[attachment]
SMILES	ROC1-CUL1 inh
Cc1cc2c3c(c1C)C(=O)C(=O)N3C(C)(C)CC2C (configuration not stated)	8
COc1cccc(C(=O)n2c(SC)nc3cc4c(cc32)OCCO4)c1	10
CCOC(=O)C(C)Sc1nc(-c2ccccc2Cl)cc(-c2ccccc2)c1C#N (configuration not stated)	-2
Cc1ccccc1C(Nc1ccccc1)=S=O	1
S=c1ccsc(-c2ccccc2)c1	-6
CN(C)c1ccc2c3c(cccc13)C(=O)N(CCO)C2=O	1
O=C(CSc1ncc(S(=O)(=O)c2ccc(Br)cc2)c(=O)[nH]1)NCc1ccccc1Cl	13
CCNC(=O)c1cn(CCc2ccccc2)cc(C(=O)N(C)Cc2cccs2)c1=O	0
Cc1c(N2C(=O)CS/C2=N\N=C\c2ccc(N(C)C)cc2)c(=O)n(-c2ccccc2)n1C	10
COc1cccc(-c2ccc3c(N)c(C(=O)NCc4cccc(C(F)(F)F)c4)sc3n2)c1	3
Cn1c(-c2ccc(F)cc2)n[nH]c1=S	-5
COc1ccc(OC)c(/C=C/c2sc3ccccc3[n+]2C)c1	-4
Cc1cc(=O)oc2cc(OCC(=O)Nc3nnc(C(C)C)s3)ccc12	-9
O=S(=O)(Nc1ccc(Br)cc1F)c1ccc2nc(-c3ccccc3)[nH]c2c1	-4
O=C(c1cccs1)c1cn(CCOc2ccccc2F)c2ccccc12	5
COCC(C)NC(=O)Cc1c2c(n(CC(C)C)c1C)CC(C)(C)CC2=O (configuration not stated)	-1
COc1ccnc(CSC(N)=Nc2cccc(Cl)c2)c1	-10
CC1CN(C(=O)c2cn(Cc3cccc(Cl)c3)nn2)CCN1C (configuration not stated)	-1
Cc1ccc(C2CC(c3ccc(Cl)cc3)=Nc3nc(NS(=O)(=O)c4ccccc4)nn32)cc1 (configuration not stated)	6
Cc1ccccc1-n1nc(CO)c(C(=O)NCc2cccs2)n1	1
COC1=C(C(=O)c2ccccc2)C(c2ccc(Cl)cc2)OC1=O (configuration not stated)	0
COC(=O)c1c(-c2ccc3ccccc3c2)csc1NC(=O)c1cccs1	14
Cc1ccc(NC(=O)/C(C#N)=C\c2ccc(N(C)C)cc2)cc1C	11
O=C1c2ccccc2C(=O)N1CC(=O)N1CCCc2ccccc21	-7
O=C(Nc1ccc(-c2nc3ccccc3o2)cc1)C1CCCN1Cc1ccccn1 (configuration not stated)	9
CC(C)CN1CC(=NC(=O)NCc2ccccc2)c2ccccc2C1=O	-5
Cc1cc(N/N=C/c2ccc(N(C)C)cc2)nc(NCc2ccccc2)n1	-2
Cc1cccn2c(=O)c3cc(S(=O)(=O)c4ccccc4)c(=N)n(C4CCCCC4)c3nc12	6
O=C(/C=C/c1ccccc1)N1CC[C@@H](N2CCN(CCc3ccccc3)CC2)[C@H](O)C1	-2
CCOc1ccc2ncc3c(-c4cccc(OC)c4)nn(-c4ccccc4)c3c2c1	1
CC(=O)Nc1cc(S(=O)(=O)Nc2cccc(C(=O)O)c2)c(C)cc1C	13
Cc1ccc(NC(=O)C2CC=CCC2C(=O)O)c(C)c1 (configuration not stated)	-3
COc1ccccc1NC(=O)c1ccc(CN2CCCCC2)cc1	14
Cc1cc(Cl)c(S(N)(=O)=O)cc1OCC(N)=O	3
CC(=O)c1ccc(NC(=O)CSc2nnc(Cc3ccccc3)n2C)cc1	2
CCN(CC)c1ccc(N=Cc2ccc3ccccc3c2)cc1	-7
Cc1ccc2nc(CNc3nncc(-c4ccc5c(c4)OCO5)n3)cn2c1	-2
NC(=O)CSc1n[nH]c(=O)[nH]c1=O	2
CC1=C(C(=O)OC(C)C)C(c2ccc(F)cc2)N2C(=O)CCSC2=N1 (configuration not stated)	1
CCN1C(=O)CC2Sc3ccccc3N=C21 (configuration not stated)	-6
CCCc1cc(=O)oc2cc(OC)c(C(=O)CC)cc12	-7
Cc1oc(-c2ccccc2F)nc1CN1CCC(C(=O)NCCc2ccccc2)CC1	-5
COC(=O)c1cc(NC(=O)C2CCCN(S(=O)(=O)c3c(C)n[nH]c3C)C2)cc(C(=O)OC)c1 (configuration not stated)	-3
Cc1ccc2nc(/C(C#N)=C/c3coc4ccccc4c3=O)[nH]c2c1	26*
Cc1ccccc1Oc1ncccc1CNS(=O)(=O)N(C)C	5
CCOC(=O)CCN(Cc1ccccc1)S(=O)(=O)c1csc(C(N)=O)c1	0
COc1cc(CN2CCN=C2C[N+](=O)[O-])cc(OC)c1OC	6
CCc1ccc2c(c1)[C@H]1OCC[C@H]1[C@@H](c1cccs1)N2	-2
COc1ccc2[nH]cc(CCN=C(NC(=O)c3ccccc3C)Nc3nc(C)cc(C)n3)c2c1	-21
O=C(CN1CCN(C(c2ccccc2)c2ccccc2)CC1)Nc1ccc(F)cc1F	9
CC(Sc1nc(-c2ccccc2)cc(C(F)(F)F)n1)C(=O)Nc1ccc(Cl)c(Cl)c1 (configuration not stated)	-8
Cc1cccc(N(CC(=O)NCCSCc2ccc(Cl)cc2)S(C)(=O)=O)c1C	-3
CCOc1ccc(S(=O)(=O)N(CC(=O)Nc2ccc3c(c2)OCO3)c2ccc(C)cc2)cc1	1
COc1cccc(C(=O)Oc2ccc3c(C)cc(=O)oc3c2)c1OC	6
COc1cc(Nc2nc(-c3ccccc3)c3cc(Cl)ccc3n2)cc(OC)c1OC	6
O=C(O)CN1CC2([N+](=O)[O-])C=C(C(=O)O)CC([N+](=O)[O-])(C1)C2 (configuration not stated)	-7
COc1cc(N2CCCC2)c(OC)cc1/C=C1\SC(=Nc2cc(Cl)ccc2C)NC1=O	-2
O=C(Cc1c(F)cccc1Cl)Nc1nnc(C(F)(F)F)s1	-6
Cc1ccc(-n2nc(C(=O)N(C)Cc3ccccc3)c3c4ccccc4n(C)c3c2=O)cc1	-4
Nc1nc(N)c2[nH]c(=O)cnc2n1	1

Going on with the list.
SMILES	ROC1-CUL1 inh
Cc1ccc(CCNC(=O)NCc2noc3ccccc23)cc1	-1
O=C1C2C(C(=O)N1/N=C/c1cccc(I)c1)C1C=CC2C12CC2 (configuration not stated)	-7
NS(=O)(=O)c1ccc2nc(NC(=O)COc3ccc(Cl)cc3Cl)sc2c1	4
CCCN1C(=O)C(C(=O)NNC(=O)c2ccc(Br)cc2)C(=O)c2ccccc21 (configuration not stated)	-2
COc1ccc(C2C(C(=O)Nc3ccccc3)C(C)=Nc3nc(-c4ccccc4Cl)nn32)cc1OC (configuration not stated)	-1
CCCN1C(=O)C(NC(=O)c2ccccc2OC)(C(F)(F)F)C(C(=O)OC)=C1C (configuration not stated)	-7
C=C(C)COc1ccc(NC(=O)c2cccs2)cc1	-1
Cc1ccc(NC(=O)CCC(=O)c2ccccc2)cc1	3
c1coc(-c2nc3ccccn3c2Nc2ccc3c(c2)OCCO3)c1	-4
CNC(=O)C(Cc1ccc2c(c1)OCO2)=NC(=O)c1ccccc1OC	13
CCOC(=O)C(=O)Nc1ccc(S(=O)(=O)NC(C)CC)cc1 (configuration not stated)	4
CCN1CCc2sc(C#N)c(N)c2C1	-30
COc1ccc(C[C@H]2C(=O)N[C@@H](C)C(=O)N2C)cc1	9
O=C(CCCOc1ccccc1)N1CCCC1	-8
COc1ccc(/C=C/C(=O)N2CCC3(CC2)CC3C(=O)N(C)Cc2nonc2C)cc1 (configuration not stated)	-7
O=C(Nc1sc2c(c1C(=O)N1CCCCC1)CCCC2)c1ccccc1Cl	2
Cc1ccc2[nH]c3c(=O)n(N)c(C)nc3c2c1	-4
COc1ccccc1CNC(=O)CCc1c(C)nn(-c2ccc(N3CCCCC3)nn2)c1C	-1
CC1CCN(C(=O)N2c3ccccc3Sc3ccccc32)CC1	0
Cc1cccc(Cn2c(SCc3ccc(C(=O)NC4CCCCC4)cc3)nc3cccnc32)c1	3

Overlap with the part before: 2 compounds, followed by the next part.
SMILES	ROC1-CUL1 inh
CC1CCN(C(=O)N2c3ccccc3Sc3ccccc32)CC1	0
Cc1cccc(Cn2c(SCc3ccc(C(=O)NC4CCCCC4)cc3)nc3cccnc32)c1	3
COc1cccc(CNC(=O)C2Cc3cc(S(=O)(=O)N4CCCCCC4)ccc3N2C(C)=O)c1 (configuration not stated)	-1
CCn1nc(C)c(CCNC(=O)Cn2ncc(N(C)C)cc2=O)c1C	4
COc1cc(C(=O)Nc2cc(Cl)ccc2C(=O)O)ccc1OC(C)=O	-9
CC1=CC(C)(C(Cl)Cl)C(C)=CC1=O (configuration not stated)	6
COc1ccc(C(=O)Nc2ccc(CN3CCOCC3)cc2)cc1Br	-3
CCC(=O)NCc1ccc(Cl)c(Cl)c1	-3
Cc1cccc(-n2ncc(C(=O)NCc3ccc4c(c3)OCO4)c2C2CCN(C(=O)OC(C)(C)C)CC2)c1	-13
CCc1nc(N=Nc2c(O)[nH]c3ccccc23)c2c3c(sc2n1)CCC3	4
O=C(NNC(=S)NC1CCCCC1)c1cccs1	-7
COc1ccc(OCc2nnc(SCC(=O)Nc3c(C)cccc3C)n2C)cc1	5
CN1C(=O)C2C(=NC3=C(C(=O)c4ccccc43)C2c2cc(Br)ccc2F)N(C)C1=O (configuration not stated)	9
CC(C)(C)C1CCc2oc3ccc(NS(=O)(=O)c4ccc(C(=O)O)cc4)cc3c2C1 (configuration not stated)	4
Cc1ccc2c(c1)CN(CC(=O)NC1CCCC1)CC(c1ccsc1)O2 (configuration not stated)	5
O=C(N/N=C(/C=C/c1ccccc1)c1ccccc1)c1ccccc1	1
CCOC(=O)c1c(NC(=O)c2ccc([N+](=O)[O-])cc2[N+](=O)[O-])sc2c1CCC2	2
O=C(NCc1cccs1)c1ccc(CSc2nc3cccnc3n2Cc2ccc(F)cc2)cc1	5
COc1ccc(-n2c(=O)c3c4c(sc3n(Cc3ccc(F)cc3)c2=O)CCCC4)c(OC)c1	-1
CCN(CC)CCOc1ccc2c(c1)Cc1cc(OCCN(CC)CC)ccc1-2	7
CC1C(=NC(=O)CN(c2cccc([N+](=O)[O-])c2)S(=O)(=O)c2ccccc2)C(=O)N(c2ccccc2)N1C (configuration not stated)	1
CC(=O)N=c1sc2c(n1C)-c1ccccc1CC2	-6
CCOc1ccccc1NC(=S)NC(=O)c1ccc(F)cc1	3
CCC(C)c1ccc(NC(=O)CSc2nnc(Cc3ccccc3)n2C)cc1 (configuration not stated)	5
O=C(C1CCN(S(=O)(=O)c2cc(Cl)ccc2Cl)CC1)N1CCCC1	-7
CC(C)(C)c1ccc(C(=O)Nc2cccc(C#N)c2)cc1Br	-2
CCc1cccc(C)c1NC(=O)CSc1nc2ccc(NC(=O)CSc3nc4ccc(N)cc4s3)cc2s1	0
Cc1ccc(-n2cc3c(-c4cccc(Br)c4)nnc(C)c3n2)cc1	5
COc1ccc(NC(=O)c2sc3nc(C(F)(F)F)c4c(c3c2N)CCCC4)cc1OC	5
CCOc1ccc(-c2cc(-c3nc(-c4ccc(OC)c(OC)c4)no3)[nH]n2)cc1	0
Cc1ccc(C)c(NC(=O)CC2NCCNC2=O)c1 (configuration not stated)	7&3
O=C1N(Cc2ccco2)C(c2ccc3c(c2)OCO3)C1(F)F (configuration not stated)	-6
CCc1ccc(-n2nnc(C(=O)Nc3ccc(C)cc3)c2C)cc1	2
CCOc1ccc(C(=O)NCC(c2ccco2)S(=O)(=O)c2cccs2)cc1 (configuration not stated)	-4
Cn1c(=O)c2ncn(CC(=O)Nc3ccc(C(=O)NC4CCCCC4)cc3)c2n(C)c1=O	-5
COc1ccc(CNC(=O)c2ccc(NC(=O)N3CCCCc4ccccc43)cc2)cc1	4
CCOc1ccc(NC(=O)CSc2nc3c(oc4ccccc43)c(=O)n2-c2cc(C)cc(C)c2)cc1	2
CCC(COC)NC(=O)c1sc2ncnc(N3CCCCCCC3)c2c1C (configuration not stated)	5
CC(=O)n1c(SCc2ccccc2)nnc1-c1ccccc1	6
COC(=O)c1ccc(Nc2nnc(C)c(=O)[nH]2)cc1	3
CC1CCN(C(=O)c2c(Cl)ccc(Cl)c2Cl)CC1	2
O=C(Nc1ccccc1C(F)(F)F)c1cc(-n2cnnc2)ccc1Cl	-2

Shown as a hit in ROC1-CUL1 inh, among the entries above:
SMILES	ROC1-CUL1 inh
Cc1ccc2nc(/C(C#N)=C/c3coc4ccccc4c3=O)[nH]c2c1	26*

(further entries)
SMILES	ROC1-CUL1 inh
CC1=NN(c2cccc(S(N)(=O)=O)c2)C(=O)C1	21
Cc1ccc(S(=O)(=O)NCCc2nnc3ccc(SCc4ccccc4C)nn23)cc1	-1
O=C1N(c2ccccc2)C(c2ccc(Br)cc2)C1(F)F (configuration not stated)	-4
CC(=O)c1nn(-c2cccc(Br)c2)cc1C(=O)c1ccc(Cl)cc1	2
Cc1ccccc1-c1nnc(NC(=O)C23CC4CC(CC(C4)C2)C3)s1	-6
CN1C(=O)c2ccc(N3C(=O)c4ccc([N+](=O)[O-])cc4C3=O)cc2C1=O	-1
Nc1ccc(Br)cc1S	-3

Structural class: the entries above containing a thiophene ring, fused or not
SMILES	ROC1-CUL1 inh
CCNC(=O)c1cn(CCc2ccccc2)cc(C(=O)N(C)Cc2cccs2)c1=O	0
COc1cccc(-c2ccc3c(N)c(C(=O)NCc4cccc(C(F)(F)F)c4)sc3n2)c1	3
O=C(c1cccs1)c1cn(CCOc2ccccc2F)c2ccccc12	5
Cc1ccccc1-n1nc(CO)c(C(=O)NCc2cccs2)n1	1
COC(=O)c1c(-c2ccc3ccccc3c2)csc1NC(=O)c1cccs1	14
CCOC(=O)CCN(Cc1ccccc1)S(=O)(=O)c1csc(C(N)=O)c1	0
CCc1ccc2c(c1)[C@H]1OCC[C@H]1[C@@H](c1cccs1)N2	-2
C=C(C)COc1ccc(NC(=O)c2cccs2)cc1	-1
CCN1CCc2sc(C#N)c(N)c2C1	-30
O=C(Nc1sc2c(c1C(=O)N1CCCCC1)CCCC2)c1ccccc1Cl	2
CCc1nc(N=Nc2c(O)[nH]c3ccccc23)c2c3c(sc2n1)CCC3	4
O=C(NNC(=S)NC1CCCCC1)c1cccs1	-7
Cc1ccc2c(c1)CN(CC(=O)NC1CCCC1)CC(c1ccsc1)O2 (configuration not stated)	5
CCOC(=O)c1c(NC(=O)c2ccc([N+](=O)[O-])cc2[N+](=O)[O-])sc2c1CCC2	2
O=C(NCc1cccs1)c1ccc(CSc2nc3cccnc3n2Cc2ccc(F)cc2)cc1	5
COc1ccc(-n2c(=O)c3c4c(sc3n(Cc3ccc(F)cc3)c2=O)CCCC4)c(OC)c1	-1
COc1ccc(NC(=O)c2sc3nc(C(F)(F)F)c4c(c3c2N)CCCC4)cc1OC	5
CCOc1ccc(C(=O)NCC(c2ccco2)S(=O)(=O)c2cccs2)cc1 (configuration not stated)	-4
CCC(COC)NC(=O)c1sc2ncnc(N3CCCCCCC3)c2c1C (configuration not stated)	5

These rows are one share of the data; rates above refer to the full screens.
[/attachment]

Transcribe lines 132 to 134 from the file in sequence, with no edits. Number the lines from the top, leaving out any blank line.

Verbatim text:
SMILES	ROC1-CUL1 inh
CC1=NN(c2cccc(S(N)(=O)=O)c2)C(=O)C1	21
Cc1ccc(S(=O)(=O)NCCc2nnc3ccc(SCc4ccccc4C)nn23)cc1	-1